A Point of Principle is special; Alice Bailey has been a part of my life for twenty-five years. I have read and studied her texts, applied her principles, written a PhD on her work and I have researched her life to the very best of my ability. I am not an adherent of her work, but I hold her in the highest regard as an important historical figure, a woman who led an exceptionally hard life, and a writer unjustly maligned.

To stay in touch, please subscribe to my mailing list and receive my occasional (4-6 times a year) emails.

That just about clears my desk of book projects so I better get stuck into my next work!

Twerk by Isobel Blackthorn

Twerk – A dark psychological thriller laced with steamy romance

Twerk

“Twerk is a page-turning rollercoaster of a ride.”

“Addictive and thoroughly entertaining, Twerk sizzles on every page!”

Desire, a spark, a decision made too fast (in haste), and a Las Vegas stripper is plunged into the depraved world of a psychopath. But is she the only target of his twisted desires?

A regular Sunday night in a Las Vegas strip club is rocked when a local oddball dies mysteriously, during a private dance.

Amber falls immediately in lust with the hot paramedic who arrives, and follows him outside, anticipating sizzling romance. But, her casual encounter quickly descends into a terrifying, twisted nightmare from which she is unable to escape.

Five days later, and it’s Lana’s next shift at the club; she’s a fly-in-fly-out stripper paying her way through law school – she’s also Amber’s best friend.

Where is Amber? And what about the dead client? Was it an accident? Suicide? Or murder?

Finding neither the police, nor the club are taking much interest, Lana conducts her own inquiries, even though she finds herself the victim of a social-media hate campaign, and an ex-boyfriend who is sending her death threats. She’s desperate to uncover the truth about the death, but the person she most needs to speak to is Amber, who has failed to show up for her shift yet again…

Lana is thrust into a web of lies and deceptions she is determined to unravel, in which everyone is a suspect.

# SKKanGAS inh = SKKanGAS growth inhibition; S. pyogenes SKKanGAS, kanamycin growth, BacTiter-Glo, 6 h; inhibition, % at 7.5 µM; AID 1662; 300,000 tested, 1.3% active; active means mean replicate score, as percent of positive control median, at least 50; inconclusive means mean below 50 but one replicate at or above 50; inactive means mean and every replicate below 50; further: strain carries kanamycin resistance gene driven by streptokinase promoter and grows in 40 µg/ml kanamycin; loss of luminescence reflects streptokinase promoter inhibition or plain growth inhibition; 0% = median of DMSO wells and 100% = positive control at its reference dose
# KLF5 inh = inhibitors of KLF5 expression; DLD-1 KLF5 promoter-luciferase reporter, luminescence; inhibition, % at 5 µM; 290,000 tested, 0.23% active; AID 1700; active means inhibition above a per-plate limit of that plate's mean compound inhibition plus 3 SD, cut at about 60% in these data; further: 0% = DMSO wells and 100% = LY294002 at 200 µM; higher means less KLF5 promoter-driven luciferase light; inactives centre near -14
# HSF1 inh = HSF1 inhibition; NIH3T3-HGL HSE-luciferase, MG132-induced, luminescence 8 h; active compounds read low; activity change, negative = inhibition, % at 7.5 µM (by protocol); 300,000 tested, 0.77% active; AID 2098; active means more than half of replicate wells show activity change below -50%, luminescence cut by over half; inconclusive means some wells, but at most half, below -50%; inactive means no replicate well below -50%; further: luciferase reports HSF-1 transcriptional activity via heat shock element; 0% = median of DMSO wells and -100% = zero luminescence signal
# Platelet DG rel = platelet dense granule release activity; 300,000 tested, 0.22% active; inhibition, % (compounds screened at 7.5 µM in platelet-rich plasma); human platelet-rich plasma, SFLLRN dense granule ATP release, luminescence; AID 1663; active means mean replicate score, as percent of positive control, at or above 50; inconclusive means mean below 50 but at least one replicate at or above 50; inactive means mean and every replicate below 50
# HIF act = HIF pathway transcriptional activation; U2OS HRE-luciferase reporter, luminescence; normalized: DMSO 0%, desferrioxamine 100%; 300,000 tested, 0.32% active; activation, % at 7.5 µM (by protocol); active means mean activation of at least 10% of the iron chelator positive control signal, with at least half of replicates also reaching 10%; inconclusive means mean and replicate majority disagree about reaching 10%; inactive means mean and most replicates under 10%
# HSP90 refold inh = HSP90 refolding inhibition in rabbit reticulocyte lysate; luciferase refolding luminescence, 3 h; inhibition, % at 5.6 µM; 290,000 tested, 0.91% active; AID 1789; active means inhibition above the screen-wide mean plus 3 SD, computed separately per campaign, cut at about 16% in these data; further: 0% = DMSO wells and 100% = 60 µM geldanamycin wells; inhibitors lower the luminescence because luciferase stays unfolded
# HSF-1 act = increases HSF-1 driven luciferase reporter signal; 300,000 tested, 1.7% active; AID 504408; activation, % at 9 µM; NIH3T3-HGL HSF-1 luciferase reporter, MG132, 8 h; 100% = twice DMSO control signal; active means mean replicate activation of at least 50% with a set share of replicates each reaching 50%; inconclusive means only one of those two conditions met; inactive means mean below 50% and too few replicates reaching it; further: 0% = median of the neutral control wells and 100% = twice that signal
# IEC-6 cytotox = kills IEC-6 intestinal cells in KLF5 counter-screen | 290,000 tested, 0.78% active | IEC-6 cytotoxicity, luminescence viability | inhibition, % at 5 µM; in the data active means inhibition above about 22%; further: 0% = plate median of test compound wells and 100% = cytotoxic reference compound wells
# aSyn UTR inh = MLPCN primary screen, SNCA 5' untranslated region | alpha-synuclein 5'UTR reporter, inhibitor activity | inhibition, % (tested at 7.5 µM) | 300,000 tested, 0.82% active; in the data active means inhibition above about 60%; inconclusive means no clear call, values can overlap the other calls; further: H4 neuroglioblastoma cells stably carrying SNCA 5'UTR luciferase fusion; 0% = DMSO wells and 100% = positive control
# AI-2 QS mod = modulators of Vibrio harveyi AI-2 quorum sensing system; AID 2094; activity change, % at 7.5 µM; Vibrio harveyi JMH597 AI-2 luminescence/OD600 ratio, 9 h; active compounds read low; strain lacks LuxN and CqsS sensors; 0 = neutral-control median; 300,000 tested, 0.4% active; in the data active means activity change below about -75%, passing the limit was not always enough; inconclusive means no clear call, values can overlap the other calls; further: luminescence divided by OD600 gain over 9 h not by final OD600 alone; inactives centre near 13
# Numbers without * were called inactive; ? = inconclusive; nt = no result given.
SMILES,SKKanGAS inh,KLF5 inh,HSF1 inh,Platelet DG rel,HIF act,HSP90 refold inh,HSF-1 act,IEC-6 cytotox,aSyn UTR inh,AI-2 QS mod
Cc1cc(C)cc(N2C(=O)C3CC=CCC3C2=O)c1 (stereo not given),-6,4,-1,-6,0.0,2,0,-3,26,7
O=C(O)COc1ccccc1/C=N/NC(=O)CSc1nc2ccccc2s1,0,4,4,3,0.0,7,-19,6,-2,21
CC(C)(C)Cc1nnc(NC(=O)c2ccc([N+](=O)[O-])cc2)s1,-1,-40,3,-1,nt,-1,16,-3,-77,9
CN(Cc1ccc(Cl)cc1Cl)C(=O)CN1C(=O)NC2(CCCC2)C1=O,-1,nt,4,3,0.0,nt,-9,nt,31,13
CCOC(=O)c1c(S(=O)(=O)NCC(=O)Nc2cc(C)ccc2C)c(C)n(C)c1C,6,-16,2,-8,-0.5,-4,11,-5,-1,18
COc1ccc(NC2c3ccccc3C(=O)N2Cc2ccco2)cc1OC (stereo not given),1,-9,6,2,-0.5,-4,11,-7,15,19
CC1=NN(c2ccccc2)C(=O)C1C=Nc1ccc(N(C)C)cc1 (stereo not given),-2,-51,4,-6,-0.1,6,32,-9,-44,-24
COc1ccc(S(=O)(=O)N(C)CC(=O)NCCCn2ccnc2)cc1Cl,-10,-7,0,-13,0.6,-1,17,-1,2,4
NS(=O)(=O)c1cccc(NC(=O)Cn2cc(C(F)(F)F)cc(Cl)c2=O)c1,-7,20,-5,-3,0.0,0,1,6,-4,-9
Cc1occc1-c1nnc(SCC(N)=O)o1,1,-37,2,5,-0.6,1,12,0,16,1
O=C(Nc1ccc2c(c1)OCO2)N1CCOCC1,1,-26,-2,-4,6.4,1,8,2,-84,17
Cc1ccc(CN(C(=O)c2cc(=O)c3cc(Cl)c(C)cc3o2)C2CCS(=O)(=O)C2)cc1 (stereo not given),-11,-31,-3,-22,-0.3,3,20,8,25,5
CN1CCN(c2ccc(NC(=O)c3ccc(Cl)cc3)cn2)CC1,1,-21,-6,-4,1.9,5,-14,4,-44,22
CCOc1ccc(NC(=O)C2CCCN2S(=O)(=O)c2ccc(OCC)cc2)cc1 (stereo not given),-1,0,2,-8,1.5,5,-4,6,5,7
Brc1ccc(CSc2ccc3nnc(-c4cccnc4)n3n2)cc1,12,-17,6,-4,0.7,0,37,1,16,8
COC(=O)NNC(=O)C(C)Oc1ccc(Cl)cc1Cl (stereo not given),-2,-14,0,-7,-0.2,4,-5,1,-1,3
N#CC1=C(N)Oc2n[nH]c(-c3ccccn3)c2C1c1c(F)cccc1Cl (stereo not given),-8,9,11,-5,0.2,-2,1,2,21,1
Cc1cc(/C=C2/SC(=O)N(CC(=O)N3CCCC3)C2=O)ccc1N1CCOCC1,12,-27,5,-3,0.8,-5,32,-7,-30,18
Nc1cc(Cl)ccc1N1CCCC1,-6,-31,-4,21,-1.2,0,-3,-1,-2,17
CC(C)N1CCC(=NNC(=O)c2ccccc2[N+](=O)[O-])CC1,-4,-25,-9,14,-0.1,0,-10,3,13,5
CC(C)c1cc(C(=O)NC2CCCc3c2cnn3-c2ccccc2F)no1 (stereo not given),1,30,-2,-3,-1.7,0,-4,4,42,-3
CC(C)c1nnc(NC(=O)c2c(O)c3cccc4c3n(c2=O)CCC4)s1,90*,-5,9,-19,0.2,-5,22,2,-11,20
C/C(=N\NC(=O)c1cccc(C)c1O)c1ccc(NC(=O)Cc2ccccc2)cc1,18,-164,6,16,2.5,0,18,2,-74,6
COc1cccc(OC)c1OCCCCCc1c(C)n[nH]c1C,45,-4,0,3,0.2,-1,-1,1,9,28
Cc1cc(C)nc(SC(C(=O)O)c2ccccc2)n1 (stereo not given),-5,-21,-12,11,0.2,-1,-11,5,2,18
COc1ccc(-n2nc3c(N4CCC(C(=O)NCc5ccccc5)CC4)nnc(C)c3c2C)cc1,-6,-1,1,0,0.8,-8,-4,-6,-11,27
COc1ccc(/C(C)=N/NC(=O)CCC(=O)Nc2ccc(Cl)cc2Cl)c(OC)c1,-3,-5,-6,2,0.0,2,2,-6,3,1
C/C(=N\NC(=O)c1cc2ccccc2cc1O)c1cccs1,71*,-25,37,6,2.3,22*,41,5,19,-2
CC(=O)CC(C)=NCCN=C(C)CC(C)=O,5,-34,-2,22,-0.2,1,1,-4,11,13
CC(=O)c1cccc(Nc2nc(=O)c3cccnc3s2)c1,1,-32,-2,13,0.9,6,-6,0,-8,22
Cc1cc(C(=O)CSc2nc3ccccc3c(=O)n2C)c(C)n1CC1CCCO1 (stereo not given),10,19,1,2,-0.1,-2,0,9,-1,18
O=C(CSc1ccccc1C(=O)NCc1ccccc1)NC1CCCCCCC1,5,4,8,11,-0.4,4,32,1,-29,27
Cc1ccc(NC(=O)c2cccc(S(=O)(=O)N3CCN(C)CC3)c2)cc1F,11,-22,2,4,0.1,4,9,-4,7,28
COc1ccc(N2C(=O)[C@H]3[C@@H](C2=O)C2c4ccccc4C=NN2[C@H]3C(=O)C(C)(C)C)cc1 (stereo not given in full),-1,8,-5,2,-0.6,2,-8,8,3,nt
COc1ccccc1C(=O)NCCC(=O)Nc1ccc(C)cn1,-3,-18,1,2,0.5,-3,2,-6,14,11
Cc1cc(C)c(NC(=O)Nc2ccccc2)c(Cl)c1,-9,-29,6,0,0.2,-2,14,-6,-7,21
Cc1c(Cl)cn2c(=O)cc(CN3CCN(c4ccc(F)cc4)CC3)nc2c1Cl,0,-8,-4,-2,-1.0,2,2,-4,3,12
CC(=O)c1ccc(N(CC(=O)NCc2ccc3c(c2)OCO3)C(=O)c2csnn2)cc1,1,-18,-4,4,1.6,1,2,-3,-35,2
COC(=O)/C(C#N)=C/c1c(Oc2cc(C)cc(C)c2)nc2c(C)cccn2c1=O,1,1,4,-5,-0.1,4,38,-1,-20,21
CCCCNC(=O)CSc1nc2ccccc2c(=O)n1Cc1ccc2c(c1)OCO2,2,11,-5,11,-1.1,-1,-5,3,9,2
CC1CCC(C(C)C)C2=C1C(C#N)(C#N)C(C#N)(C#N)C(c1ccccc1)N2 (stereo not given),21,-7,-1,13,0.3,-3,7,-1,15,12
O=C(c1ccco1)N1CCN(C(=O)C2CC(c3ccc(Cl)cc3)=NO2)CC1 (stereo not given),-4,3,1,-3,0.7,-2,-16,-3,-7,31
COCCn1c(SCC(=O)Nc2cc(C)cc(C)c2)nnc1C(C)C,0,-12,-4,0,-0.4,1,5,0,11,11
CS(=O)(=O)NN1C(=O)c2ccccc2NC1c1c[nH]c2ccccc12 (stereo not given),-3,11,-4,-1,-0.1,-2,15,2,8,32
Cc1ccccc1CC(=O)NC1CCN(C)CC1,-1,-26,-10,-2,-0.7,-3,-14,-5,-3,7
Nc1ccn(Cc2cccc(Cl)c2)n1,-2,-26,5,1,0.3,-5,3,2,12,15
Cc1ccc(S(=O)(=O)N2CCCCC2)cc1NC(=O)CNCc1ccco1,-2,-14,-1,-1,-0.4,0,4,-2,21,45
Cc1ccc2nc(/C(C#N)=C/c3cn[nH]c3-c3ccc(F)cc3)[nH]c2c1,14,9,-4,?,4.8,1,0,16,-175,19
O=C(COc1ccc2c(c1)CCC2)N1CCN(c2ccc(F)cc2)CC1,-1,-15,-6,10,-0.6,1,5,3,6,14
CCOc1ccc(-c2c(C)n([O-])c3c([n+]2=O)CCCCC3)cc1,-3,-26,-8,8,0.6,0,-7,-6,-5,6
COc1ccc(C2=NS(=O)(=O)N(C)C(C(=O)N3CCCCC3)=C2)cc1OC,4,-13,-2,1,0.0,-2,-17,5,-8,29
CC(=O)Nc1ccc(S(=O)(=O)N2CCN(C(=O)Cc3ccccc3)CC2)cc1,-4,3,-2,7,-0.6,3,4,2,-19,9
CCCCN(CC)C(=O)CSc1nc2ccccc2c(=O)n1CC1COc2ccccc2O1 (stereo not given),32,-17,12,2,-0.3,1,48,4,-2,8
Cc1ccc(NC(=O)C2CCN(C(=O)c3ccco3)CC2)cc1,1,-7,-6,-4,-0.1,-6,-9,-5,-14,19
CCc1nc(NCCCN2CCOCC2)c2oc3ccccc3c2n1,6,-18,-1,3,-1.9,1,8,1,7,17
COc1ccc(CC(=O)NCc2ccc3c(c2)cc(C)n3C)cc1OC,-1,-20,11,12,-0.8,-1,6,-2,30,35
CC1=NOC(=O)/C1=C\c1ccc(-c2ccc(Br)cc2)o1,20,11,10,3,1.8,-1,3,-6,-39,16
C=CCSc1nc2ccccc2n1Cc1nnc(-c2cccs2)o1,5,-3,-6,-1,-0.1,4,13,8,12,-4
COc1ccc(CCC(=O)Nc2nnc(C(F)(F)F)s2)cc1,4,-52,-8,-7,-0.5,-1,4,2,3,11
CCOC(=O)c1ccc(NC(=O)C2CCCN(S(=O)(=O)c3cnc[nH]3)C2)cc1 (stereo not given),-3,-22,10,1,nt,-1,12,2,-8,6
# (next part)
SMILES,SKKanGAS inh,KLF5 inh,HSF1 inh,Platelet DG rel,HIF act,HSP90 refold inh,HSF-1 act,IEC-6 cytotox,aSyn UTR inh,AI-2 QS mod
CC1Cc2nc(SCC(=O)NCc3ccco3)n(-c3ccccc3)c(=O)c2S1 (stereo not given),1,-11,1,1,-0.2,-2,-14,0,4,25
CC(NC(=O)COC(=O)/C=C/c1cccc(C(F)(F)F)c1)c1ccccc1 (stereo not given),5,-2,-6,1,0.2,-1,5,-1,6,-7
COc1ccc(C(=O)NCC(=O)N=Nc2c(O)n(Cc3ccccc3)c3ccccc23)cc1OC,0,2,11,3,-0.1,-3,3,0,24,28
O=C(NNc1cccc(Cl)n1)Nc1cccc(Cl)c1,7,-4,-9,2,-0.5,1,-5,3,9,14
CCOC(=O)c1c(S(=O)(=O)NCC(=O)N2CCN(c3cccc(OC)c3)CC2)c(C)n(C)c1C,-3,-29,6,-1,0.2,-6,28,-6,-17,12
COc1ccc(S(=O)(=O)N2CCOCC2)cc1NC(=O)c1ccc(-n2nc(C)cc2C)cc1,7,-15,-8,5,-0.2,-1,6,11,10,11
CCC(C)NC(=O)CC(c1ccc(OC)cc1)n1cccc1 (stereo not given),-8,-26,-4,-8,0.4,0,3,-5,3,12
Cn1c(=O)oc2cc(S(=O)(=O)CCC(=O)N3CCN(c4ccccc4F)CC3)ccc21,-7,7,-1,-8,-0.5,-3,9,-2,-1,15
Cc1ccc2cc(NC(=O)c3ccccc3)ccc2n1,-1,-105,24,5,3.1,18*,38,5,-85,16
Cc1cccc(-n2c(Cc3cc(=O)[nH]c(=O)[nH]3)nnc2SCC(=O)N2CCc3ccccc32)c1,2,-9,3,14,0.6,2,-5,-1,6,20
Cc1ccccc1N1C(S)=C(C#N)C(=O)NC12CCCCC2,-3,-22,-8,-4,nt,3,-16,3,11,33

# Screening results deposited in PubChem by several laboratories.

An addictively dark, psychological thriller laced with steamy romance, mystery, action and suspense; Twerk exposes the working lives of Las Vegas strippers behind the glamor – the challenges, the rewards, and the deadly risks.

Release: December 2018 – AVAILABLE FOR PREORDER – ORDER YOUR COPY NOW!

 

 

Book review: The Villagers by A.J. Griffiths-Jones

I’m delighted to share my review of A. J. Griffith-Jone’s The Villagers.

The Villagers A.J. Griffiths-Jones

About The Villagers

Olive & Geoffrey are happier than ever. After moving to the countryside to bring up their three young children, they are welcomed with open arms by the friendly and helpful residents of the chocolate box village.

But beyond the veil of rhododendrons and net curtains, there is something more. Just as Olive is settling in and starting to integrate with the community, she finds out that all is not as it first seemed.

As her discoveries become more and more sinister, Olive begins to fear for her own sanity. With her husband doubting her, Olive is faced with choices that will decide the fate of her family.

The Villagers paints an intriguing picture of a 1950s English country village, where not everyone is who they first appear to be.

My thoughts

What a treat it is to pick up a novel and be catapulted back to a time when fiction was fiction and didn’t have to bow to the dictates of genre. The Villagers is, as the title suggests, a portrait of a small village, or rather a series of portraits of the characters in it.

The novel opens on a feel-good scene as out-of-towners Olive and Geoff and their three young children settle into their new home in a quaint village in Shropshire. But there will be no doubt in the reader’s mind that all is not as it seems as Olive is introduced to all those smiling, welcoming faces. Everyone, she soon discovers, has a secret. What unfolds, chapter by chapter, are the true stories of a set of characters in 1950s rural England.